What Pokémon GO Teaches Us About Innovative Content
- posted in: Industry
I hardly want to write this article – apparently, there’s a plethora of PokéStops over at Centennial Park in Nashville, and I want a Snorlax. I don’t think I’ve ever experienced a media storm like I have with Pokémon GO. The statistics and stock prices are ludicrous, Nintendo, saw a valuation increase by over $7 billion in less than 10 days; you’d almost liken it to a toddler saying that they made a trillion gazillion dollars from their lemonade stand. People are talking about Nintendo now – there were over 6 million impressions on Twitter within the first week.
When was the last time Pokémon was on the tongues of literally every American? I can’t remember a PokéFrenzy like this since the early 2000s – the games got repetitive, and the fan-based seemed to be growing out of the craze. At the core of it, Pokémon GO is a vehicle for a story; it’s your story as a trainer, it’s your journey to catch them all, and it’s the epic of dominating the other teams (where are all my Mystics at?!). Now, Pokémon is at the forefront of our culture again because it became personal. It’s a parable of determination, indomitable spirit, and social cooperation.
So, how does that relate to video? No one was talking about Nintendo; it was all about Xbox and Playstation. Now, they are intertwined with our culture again, and it’s due to their commitment to reinventing themselves and connecting to their consumers. There’s much to be said for companies who push boundaries and engage their audiences – it’s a matter of being bold, innovative, and engaging.
The risk of developing a mobile game of a franchise from the 90s is obvious. What if the customers don’t care about the brand anymore? Many factors could set the whole plan ablaze and Nintendo could see even steeper drops in their stocks following the disappointing sales of their flagship console. We don’t know the full extent of their preliminary market research, but the fact still stands that the app was a bold move. Fortune favors the bold. It’s imperative that your brand keeps pushing the boundaries of your story or the stories that your company believes in. Surprise people; force them to rethink how your brand fits into our culture. However, don’t go the way of Independence Day: Resurgence and crush everyone’s hopes and dreams.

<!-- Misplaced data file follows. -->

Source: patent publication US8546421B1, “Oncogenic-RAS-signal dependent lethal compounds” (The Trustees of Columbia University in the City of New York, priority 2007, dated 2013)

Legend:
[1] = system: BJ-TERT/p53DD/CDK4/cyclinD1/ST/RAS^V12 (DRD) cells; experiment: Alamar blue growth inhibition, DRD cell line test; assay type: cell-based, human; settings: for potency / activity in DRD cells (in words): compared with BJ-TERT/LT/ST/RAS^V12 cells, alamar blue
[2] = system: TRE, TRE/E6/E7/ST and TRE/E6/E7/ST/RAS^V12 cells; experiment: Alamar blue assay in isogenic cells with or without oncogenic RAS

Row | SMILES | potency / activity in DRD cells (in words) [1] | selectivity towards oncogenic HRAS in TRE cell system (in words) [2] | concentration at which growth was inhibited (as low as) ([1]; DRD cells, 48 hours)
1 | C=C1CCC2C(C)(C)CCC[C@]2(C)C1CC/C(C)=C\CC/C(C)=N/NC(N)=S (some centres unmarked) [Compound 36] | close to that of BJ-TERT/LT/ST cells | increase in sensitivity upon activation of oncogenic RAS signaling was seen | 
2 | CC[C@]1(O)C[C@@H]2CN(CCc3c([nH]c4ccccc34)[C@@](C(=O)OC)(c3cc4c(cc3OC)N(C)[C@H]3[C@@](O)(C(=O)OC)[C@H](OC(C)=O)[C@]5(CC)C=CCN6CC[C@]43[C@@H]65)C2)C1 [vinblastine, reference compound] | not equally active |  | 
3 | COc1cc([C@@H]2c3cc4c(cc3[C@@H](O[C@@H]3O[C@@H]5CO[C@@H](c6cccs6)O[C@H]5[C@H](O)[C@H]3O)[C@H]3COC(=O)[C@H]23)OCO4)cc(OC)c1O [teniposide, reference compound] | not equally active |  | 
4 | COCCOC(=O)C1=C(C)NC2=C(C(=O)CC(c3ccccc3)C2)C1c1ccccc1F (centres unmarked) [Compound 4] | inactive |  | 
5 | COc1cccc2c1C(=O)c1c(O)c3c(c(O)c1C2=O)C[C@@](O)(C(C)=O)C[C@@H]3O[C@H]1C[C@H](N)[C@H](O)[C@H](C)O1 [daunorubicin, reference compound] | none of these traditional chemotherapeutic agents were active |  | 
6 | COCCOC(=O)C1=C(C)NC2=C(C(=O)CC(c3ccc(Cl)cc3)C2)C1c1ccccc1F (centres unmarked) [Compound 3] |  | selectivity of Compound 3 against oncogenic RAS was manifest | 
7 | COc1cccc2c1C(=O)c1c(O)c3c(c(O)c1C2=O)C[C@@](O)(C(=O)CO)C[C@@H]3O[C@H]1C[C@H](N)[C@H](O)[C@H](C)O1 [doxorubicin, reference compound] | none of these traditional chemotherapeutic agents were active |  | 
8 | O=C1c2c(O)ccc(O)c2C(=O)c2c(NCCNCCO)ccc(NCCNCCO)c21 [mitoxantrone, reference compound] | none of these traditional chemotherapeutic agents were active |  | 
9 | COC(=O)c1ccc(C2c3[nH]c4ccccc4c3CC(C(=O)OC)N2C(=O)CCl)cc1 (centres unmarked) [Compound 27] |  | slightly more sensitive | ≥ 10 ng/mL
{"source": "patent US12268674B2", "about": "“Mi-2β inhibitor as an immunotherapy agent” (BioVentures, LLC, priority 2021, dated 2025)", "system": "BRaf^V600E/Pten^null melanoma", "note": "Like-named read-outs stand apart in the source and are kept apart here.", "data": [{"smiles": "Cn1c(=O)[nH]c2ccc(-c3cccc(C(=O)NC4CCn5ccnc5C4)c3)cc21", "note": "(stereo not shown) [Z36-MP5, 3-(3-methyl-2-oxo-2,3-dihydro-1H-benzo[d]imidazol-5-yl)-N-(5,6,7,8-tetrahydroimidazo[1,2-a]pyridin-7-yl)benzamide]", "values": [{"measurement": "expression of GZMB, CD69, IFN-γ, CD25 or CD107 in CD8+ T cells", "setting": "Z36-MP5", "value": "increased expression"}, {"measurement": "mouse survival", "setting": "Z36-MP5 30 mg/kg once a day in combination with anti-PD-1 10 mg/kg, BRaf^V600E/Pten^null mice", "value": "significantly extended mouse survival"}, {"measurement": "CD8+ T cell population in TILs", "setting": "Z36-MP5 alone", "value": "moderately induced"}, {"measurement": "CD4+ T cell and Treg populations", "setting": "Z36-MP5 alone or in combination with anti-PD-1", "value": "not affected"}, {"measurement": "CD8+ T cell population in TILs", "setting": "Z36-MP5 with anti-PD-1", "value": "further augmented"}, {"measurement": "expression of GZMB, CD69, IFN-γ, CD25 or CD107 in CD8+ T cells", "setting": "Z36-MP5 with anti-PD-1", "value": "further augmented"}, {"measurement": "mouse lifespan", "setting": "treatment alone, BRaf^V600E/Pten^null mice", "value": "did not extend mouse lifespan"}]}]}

How will your brand innovate the creative content space? Will you create a rotoscope animation piece to tell a powerful story about your brand? Or perhaps you tell the story of a triumphant spirit, and simply remind your audience that you’re a company with values. Great brand campaigns are like comets – brilliant moments of light, fire, and stardust. When it passes, it’s gone, and now there’s only the next comet. You must constantly be innovating your brand story to keep audiences talking about your product, otherwise you’ll be left behind in the wake of the next big thing that isn’t yours.
Pokémon GO’s ability to engage is apparent: it’s an interactive game. So how does a story engage your consumers? Perhaps there’s an action that your customers can take. If they see a branded comedy piece, they might be encouraged to tweet out their like-stories with a certain hashtag, and then a winner will be chosen from that pool to receive a gift from your company. People also love emotional stories that ensnare the heart – give people the opportunity to learn about a social ailment and ways they can combat it with your brand. When consumers see that you’re engaged with the culture and the stories that emanate from it, they’ll be more enticed to choose your brand the next time.
The annoyingly addicting content has proven that even decades-old brands can be revitalized. Nintendo evolved their strategy in order to re-engage their audience, and it has worked like gangbusters. I mean… a $7 billion increase in value in less than two weeks! That’s some Legendary Pokémon stuff, right there. That’s like seeing an Articuno in the wild: unbelievable. They went from radio silence to the most explosive trend in our culture in 2016. We can learn from Pokémon GO and glean invaluable lessons about marketing and branded content – it’s about taking risks, reimagining the video content space, and engaging your audience, not selling to them.